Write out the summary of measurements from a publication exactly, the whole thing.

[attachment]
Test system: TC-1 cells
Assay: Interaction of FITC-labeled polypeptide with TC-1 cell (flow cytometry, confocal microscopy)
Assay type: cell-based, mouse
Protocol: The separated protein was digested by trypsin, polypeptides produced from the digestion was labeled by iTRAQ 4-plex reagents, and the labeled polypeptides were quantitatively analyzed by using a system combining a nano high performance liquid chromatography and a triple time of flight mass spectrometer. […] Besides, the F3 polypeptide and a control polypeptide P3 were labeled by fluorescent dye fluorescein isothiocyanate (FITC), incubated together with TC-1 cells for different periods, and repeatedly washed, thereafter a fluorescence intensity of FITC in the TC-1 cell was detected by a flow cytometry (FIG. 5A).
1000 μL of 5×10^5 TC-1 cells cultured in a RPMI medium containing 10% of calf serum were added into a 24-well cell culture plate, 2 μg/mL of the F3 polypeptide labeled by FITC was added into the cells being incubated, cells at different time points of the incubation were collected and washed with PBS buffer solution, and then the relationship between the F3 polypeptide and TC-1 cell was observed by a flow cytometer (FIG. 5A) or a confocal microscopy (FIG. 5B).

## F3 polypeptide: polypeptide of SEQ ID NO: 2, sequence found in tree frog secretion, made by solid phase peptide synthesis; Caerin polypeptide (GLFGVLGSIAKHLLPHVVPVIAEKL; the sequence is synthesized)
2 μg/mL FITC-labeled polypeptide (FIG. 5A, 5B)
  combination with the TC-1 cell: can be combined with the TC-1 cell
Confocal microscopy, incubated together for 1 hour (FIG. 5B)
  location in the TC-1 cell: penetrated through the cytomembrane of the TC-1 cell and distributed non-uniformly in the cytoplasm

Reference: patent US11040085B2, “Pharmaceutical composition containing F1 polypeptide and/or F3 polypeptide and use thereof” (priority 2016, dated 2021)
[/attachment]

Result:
Test system: TC-1 cells
Assay: Interaction of FITC-labeled polypeptide with TC-1 cell (flow cytometry, confocal microscopy)
Assay type: cell-based, mouse
Protocol: The separated protein was digested by trypsin, polypeptides produced from the digestion was labeled by iTRAQ 4-plex reagents, and the labeled polypeptides were quantitatively analyzed by using a system combining a nano high performance liquid chromatography and a triple time of flight mass spectrometer. […] Besides, the F3 polypeptide and a control polypeptide P3 were labeled by fluorescent dye fluorescein isothiocyanate (FITC), incubated together with TC-1 cells for different periods, and repeatedly washed, thereafter a fluorescence intensity of FITC in the TC-1 cell was detected by a flow cytometry (FIG. 5A).
1000 μL of 5×10^5 TC-1 cells cultured in a RPMI medium containing 10% of calf serum were added into a 24-well cell culture plate, 2 μg/mL of the F3 polypeptide labeled by FITC was added into the cells being incubated, cells at different time points of the incubation were collected and washed with PBS buffer solution, and then the relationship between the F3 polypeptide and TC-1 cell was observed by a flow cytometer (FIG. 5A) or a confocal microscopy (FIG. 5B).

## F3 polypeptide: polypeptide of SEQ ID NO: 2, sequence found in tree frog secretion, made by solid phase peptide synthesis; Caerin polypeptide (GLFGVLGSIAKHLLPHVVPVIAEKL; the sequence is synthesized)
2 μg/mL FITC-labeled polypeptide (FIG. 5A, 5B)
  combination with the TC-1 cell: can be combined with the TC-1 cell
Confocal microscopy, incubated together for 1 hour (FIG. 5B)
  location in the TC-1 cell: penetrated through the cytomembrane of the TC-1 cell and distributed non-uniformly in the cytoplasm

Reference: patent US11040085B2, “Pharmaceutical composition containing F1 polypeptide and/or F3 polypeptide and use thereof” (priority 2016, dated 2021)